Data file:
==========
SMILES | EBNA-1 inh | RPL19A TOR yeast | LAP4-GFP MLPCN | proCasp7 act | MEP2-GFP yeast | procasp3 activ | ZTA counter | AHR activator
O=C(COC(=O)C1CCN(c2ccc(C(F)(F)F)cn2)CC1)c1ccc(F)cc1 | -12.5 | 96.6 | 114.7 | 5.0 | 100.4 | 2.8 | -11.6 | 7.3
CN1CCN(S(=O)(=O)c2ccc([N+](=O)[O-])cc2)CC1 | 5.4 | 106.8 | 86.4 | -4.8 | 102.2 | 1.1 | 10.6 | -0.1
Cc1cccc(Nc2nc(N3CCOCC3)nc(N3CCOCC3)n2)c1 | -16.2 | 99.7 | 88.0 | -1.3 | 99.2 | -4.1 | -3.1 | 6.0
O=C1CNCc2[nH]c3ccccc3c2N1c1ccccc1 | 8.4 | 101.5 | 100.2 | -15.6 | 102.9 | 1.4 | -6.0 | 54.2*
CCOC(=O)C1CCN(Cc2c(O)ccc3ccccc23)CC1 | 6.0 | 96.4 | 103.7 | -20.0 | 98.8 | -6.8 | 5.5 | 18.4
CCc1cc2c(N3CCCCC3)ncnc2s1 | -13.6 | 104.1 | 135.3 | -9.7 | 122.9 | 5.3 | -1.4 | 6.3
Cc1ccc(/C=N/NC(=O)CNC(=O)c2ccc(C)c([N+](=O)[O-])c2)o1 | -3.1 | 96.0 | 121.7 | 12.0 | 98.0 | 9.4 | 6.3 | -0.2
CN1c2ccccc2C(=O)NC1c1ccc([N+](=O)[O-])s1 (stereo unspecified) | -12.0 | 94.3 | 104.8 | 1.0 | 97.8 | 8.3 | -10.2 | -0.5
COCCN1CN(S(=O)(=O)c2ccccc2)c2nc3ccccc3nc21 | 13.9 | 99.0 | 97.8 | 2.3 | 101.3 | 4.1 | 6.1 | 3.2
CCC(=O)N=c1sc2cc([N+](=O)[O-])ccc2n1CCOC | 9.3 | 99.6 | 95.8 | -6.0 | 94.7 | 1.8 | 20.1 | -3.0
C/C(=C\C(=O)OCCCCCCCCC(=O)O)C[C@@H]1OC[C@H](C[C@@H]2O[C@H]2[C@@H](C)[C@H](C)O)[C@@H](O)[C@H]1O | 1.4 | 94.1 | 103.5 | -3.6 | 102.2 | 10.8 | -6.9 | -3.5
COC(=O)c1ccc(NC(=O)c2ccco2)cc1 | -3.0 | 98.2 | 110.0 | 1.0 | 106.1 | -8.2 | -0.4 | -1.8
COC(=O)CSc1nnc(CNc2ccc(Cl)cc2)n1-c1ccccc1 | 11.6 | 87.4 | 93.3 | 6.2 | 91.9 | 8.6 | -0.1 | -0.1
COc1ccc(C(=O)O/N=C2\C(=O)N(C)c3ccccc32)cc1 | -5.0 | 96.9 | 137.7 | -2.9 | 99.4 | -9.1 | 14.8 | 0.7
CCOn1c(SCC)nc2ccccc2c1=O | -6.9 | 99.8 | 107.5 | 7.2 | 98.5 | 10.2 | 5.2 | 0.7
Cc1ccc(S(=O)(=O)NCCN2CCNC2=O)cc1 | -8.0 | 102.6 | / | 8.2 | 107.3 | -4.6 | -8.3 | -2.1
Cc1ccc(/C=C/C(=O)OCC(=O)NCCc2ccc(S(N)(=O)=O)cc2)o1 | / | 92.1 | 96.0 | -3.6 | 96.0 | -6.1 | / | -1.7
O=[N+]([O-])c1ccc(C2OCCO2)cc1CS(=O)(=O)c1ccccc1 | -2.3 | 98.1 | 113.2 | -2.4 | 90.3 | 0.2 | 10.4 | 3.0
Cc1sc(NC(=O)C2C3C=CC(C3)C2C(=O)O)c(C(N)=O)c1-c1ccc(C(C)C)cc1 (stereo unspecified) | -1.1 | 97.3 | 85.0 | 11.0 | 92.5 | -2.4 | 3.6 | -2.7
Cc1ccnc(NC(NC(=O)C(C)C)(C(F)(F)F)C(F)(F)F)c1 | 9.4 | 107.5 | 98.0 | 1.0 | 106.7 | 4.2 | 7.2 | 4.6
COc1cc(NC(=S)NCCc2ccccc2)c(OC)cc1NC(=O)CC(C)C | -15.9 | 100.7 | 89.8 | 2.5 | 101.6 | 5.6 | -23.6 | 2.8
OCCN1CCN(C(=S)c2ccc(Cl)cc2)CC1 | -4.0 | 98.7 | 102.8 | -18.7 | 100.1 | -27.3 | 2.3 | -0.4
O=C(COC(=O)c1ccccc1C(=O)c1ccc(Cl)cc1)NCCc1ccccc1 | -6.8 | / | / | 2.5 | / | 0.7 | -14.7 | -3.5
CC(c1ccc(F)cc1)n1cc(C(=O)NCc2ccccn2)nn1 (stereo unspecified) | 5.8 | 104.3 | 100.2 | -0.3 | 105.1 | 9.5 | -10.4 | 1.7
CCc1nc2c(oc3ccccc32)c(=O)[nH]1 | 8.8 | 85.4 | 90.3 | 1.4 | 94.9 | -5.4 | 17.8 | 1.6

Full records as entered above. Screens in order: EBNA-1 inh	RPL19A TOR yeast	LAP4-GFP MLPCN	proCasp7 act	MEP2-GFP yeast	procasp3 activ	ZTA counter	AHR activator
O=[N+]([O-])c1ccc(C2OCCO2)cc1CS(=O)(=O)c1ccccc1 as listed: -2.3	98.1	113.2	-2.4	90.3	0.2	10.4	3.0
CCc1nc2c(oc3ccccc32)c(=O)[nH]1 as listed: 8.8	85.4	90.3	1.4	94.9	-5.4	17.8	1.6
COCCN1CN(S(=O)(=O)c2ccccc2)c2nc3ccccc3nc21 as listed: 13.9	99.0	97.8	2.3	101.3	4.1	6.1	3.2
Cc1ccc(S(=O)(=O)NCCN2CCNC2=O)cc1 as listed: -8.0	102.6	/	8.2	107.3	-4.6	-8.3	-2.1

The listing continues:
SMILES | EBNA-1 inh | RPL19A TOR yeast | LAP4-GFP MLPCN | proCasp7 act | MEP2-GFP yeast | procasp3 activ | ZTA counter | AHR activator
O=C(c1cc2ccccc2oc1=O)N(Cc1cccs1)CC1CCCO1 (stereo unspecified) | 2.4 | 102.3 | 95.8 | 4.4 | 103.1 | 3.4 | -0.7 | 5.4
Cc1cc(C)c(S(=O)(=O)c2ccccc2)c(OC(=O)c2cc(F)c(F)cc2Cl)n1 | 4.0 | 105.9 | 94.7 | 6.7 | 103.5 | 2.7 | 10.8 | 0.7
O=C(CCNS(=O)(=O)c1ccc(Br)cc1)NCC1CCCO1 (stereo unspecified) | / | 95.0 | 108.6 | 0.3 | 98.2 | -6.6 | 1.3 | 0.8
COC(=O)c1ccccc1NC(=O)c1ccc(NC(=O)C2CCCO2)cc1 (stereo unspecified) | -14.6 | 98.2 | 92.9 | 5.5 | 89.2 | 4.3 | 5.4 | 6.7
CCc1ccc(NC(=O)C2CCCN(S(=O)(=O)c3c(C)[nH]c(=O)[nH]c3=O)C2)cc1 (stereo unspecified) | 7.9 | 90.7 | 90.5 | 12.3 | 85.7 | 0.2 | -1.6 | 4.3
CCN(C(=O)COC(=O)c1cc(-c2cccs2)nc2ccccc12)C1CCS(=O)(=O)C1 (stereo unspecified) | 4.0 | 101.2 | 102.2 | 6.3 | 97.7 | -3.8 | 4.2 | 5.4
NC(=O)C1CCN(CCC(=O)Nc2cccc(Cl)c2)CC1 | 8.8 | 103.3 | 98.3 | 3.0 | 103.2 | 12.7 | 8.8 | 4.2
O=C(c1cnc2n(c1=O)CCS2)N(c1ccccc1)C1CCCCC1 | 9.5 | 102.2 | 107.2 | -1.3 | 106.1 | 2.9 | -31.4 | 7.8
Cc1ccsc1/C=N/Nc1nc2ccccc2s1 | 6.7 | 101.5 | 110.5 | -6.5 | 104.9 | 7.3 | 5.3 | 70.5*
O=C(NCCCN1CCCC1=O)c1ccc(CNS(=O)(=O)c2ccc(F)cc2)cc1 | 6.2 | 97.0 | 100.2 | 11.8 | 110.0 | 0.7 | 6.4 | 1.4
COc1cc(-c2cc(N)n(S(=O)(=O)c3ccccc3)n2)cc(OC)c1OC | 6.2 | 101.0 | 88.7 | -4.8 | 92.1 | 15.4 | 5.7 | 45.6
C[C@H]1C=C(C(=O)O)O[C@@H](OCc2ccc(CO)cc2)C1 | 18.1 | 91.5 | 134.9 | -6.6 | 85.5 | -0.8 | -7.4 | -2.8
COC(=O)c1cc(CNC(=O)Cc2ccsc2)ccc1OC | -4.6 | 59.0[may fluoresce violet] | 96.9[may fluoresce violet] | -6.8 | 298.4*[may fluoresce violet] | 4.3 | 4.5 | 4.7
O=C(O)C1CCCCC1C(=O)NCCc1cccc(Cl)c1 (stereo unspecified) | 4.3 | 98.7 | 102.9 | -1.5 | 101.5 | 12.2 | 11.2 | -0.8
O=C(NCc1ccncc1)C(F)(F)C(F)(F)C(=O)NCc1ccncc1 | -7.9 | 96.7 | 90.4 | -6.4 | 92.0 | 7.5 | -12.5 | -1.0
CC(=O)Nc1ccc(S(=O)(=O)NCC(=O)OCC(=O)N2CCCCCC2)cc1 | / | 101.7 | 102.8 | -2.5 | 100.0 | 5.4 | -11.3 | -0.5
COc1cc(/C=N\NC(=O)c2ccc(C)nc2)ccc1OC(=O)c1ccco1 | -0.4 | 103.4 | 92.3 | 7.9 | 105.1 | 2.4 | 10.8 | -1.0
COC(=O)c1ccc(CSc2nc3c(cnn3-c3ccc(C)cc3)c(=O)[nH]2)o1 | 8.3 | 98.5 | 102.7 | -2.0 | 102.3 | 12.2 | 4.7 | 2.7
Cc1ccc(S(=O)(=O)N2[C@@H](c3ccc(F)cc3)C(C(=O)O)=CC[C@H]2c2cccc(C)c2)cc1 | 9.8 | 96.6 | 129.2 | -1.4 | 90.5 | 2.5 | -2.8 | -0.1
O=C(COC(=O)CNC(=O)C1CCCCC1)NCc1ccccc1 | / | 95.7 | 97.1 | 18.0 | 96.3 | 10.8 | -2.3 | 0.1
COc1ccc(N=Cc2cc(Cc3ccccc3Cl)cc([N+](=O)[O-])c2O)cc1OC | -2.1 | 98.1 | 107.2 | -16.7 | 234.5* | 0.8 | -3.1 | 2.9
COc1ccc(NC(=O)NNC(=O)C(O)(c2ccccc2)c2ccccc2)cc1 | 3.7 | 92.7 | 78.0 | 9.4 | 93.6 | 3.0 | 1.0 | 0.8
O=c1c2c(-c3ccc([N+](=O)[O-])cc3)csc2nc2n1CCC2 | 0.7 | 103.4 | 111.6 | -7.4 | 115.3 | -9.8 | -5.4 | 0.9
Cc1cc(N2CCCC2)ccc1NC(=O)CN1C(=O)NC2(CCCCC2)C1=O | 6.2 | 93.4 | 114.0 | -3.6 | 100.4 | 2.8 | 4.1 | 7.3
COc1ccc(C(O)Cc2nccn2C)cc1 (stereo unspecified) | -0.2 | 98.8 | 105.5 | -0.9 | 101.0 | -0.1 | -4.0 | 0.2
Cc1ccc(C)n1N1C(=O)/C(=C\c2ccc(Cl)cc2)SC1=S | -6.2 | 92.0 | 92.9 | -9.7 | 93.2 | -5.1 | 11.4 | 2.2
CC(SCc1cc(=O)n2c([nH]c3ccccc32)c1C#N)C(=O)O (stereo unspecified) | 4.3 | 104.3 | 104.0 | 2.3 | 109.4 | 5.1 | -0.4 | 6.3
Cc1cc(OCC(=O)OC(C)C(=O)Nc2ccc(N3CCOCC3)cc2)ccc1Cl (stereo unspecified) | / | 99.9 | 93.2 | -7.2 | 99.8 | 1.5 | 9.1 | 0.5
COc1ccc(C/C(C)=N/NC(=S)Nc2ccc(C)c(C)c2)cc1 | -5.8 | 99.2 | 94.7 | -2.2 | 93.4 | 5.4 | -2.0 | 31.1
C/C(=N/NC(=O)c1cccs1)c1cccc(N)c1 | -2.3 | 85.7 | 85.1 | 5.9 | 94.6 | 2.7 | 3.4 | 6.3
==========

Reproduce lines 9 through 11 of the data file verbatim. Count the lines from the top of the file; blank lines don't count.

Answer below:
CN1c2ccccc2C(=O)NC1c1ccc([N+](=O)[O-])s1 (stereo unspecified) | -12.0 | 94.3 | 104.8 | 1.0 | 97.8 | 8.3 | -10.2 | -0.5
COCCN1CN(S(=O)(=O)c2ccccc2)c2nc3ccccc3nc21 | 13.9 | 99.0 | 97.8 | 2.3 | 101.3 | 4.1 | 6.1 | 3.2
CCC(=O)N=c1sc2cc([N+](=O)[O-])ccc2n1CCOC | 9.3 | 99.6 | 95.8 | -6.0 | 94.7 | 1.8 | 20.1 | -3.0